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Is there a way to store an array into mysql field? I'm creating a comment rating system so I want to store the arrays of user ids to prevent multiple votings. I'm going to create new table that holds the comment id and the array of user ids who have voted on this comment. Than I'll join comments table and this table and check whether the current user id exists in the voters array or note. If it does than the voting icons would be disabled. I think I'll prevent to use mysql query in loop in this way.

Do you happen to know any better ways?



You can always serialize the array and store that in the database.
PHP Serialize

You can then unserialize the array when needed.

Monday, November 21, 2022

You could build the query programatically...:

$sql = 'INSERT INTO table (memberID, programID) VALUES ';
$insertQuery = array();
$insertData = array();
foreach ($data as $row) {
    $insertQuery[] = '(?, ?)';
    $insertData[] = $memberid;
    $insertData[] = $row;

if (!empty($insertQuery)) {
    $sql .= implode(', ', $insertQuery);
    $stmt = $db->prepare($sql);
Wednesday, August 24, 2022


$_SESSION['question'] = $que; 

print_r($_SESSION['question'][0]); will give you first question.

Friday, November 18, 2022

MySQL has a different timeout than PHP. You could increase it in php.ini on the line mysql.connect_timeout = 14400. Also increase the default_socket_timeout = 14400

Note that if your PHP setting allow you to do an ini_set, you can also do as follows:

ini_set('mysql.connect_timeout', 14400);
ini_set('default_socket_timeout', 14400);
Thursday, December 22, 2022

The details are implementation dependent but generally speaking, results are buffered. Executing a query against a database will return some result set. If it's sufficiently small all the results may be returned with the initial call or some might be and more results are returned as you iterate over the result object.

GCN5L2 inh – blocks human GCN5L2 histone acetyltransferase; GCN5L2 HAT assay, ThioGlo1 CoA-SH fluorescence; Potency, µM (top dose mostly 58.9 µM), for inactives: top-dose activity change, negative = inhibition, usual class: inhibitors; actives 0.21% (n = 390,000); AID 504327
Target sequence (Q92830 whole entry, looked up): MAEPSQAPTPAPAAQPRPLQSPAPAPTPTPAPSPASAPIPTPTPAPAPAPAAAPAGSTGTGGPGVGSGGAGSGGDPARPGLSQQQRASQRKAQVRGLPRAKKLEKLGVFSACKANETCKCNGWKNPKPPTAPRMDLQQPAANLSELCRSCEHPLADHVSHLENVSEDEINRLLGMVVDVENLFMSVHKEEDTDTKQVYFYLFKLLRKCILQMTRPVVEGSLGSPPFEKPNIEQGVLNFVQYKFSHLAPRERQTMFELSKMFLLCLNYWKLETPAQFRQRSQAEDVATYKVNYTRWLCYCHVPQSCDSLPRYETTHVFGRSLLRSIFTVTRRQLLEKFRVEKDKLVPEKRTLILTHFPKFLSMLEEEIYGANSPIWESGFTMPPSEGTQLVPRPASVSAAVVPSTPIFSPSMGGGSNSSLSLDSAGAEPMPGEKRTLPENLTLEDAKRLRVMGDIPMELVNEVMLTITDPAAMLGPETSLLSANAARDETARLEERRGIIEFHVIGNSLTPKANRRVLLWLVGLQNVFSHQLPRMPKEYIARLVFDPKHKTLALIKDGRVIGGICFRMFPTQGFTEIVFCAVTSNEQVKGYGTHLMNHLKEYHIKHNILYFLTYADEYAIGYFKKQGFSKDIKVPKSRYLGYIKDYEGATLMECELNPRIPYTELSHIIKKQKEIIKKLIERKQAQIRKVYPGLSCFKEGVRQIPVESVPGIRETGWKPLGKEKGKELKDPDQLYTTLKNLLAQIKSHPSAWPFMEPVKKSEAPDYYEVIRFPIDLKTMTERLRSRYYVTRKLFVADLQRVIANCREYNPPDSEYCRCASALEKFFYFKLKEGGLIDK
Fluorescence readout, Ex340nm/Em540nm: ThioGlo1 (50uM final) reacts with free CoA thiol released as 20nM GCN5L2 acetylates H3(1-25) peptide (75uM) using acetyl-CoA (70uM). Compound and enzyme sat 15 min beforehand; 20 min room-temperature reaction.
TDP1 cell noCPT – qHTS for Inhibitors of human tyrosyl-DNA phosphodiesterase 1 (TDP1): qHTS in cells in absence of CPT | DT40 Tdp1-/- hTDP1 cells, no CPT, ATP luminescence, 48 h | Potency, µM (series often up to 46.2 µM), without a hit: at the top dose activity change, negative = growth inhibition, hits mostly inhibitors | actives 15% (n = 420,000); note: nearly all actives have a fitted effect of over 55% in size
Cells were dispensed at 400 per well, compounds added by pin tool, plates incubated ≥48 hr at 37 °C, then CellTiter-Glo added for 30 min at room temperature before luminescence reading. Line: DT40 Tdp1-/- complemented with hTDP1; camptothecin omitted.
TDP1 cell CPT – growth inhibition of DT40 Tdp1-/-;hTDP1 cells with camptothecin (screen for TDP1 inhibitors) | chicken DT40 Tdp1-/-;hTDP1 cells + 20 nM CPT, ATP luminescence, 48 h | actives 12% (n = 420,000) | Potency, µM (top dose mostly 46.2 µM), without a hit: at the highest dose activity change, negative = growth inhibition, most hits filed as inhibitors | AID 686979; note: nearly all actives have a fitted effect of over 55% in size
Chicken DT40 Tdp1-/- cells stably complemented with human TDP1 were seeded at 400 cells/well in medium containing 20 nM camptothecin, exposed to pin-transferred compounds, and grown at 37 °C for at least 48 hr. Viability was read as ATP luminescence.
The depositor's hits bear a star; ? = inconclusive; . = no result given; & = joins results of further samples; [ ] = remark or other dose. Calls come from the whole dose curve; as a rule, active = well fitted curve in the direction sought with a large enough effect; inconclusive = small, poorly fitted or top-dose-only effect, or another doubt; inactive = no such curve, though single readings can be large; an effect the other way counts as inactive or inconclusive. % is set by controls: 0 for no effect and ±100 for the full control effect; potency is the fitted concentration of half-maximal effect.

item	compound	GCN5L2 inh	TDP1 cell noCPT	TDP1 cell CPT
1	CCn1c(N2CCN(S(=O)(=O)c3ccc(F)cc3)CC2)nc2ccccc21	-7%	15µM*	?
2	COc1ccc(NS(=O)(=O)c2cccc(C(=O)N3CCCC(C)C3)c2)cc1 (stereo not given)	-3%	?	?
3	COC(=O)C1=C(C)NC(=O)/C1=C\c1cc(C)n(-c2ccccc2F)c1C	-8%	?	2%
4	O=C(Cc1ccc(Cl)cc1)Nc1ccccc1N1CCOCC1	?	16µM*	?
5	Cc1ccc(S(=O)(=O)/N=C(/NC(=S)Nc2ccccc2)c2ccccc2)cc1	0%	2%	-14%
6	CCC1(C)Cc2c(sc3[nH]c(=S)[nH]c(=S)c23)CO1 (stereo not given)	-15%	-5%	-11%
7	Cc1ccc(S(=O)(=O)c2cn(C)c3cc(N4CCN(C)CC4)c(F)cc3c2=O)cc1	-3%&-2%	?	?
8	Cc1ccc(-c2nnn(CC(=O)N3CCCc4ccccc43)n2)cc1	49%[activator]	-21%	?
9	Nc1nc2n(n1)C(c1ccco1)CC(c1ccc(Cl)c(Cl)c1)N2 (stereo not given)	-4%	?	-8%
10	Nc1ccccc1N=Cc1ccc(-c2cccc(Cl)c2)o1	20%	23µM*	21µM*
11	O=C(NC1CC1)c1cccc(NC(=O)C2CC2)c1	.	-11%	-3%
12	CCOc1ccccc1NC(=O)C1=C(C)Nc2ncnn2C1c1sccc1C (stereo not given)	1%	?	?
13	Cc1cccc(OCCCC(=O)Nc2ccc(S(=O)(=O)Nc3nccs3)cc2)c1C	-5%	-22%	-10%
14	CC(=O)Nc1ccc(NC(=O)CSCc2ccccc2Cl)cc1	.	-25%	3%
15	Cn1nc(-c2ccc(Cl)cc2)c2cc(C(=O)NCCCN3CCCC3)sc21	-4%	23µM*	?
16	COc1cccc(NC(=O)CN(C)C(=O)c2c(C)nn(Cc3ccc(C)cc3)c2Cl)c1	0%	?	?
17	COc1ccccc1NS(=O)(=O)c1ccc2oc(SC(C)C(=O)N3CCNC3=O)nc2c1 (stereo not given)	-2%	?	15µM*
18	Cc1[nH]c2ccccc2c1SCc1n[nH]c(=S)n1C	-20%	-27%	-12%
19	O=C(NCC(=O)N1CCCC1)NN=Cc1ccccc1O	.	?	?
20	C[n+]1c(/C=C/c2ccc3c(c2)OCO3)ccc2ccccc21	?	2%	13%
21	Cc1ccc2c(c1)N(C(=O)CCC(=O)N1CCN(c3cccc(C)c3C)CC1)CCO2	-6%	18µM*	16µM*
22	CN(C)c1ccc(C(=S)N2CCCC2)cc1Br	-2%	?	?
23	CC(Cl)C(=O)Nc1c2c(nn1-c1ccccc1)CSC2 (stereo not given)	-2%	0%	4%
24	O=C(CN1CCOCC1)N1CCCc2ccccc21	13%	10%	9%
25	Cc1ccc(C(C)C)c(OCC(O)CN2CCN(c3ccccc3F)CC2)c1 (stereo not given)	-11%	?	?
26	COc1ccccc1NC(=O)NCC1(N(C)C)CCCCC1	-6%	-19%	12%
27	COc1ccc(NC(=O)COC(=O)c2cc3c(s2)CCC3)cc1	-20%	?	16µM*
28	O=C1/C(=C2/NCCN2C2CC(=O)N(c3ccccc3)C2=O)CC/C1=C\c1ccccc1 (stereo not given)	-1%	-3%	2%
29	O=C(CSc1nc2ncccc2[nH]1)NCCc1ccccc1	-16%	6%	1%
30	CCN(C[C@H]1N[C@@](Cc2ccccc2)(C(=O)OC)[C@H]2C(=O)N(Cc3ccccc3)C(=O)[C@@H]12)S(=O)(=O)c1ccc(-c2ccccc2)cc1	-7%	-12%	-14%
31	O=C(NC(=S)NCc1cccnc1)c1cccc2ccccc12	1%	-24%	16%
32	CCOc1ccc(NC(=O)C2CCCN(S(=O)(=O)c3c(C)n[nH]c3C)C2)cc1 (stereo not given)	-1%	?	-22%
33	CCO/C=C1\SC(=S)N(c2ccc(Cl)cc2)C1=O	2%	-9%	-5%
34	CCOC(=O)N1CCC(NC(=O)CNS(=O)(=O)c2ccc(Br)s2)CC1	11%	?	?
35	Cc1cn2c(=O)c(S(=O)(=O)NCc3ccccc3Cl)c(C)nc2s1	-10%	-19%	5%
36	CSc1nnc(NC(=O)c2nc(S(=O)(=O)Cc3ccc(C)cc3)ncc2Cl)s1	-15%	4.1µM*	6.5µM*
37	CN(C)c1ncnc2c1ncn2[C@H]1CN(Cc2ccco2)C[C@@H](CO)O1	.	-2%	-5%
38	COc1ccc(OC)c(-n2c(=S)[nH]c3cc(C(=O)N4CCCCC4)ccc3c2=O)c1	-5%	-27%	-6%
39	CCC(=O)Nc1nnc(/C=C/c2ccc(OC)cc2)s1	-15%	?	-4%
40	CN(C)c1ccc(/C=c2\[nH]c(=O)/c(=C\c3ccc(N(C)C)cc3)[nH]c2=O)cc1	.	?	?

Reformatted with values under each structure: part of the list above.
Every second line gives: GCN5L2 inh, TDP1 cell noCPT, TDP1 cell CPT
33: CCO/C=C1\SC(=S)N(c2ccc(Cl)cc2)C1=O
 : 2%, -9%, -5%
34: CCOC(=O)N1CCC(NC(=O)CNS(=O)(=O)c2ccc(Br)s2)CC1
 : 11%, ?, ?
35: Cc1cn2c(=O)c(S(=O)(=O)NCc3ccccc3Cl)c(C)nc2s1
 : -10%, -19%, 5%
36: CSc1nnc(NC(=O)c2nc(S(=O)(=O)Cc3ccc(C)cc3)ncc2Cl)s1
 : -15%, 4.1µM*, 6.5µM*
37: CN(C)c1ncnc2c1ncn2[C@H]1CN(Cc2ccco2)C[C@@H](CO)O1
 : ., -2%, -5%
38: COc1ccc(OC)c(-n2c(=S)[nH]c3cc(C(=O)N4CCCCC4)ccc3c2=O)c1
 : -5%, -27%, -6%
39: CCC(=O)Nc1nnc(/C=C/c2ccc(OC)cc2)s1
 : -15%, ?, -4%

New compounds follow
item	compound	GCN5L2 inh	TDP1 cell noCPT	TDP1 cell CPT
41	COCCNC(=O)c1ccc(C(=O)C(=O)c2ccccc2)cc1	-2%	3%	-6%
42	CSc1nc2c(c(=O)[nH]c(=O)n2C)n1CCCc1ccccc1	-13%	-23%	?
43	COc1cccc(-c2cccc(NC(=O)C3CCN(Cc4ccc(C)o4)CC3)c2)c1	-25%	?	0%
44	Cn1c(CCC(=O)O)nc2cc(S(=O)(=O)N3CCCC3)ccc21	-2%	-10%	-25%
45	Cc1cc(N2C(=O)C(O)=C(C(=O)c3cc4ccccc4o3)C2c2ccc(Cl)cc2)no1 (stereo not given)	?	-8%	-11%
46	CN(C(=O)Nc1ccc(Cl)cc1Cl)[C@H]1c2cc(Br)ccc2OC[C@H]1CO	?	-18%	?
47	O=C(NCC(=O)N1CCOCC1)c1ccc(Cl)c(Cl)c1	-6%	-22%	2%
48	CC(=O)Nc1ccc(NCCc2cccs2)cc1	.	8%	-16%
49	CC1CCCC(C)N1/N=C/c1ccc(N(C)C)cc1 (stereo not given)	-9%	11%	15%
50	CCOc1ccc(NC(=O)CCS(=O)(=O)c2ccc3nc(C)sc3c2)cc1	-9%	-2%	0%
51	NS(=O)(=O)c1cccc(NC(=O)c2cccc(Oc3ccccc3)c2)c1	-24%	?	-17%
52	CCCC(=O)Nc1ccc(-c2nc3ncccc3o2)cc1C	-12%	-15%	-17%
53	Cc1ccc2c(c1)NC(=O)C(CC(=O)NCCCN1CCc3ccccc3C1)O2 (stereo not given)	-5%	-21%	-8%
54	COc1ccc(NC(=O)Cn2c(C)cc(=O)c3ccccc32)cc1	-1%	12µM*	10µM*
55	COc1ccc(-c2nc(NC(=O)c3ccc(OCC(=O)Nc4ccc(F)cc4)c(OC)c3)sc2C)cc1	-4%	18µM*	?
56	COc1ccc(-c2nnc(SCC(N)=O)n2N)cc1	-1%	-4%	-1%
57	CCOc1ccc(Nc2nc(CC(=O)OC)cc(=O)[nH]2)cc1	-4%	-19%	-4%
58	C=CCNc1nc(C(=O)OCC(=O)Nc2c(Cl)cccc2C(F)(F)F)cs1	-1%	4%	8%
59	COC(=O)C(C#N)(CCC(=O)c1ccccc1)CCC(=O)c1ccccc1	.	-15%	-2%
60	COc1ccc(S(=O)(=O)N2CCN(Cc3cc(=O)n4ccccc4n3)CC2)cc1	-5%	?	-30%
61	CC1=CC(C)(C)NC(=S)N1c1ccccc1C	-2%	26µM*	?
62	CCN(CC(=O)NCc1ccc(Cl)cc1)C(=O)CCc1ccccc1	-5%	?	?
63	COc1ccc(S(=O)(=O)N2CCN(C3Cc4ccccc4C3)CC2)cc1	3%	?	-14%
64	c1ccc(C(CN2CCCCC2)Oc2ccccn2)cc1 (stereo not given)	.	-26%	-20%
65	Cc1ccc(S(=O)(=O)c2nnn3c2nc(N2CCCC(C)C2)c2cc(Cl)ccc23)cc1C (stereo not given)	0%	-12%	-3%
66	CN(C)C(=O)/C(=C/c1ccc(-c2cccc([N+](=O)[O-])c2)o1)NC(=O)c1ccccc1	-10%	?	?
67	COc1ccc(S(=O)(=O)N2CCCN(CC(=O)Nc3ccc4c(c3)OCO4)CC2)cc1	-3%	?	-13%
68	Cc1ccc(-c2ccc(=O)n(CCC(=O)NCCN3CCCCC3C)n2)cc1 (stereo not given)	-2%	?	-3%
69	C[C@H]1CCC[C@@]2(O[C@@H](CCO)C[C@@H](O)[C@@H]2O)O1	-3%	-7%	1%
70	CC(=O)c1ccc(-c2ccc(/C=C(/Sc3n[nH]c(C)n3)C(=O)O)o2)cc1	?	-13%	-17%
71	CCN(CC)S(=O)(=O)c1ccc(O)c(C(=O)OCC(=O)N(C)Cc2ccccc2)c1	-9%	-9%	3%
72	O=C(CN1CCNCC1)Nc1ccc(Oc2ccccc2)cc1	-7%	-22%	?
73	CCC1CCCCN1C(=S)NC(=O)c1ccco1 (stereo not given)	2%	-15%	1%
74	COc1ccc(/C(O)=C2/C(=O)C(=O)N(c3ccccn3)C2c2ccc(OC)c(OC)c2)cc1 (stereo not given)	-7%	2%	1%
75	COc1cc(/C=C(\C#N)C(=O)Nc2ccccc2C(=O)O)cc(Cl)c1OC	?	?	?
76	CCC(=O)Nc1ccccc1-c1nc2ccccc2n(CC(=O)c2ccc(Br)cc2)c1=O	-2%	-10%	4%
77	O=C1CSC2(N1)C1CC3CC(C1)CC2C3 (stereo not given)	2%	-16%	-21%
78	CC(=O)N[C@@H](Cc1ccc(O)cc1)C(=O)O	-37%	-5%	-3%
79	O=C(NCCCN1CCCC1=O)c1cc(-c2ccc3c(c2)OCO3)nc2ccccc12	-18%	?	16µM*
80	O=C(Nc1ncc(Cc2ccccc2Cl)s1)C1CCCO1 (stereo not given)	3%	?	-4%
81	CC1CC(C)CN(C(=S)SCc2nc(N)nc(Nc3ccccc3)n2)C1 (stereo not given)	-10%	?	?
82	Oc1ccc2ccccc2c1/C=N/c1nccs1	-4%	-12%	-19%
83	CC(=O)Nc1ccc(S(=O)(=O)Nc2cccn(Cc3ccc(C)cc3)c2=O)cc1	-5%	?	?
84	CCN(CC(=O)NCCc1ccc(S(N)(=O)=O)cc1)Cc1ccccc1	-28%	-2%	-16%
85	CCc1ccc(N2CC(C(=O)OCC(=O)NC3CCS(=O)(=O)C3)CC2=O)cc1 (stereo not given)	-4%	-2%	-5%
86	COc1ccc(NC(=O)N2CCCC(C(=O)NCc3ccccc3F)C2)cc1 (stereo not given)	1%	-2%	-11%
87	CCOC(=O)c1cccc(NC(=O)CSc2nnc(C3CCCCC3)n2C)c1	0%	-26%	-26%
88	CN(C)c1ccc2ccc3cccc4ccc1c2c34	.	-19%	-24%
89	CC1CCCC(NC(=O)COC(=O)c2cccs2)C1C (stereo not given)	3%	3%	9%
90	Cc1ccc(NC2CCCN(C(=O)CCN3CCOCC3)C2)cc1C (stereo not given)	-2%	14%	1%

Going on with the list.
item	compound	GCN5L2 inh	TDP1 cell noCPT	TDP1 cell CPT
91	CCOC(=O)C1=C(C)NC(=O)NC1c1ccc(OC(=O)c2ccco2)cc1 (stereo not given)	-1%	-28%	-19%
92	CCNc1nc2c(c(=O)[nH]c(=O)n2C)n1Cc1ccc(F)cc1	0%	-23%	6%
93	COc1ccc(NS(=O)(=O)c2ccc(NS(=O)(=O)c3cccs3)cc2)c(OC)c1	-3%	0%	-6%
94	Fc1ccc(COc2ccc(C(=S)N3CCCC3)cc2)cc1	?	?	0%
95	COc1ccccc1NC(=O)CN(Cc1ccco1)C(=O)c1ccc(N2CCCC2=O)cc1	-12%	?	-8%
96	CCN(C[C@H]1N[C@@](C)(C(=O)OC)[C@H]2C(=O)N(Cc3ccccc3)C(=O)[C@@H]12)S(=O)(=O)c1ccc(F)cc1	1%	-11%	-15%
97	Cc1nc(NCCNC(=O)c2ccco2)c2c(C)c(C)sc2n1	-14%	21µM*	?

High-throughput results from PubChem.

Think of the sequence this way:

  1. You open a connection to the database;
  2. There is possibly a second call to select a database or it might be done as part of (1);
  3. That authentication and connection step is (at least) one round trip to the server (ignoring persistent connections);
  4. You execute a query on the client;
  5. That query is sent to the server;
  6. The server has to determine how to execute the query;
  7. If the server has previously executed the query the execution plan may still be in the query cache. If not a new plan must be created;
  8. The server executes the query as given and returns a result to the client;
  9. That result will contain some buffer of rows that is implementation dependent. It might be 100 rows or more or less. All columns are returned for each row;
  10. As you fetch more rows eventually the client will ask the server for more rows. This may be when the client runs out or it may be done preemptively. Again this is implementation dependent.

The idea of all this is to minimize roundtrips to the server without sending back too much unnecessary data, which is why if you ask for a million rows you won't get them all back at once.

LIMIT clauses--or any clause in fact--will modify the result set.

Lastly, (7) is important because SELECT * FROM table WHERE a = 'foo' and SELECT * FROM table WHERE a = 'bar' are two different queries as far as the database optimizer is concerned so an execution plan must be determined for each separately. But a parameterized query (SELECT * FROM table WHERE a = :param) with different parameters is one query and only needs to be planned once (at least until it falls out of the query cache).

Thursday, October 20, 2022
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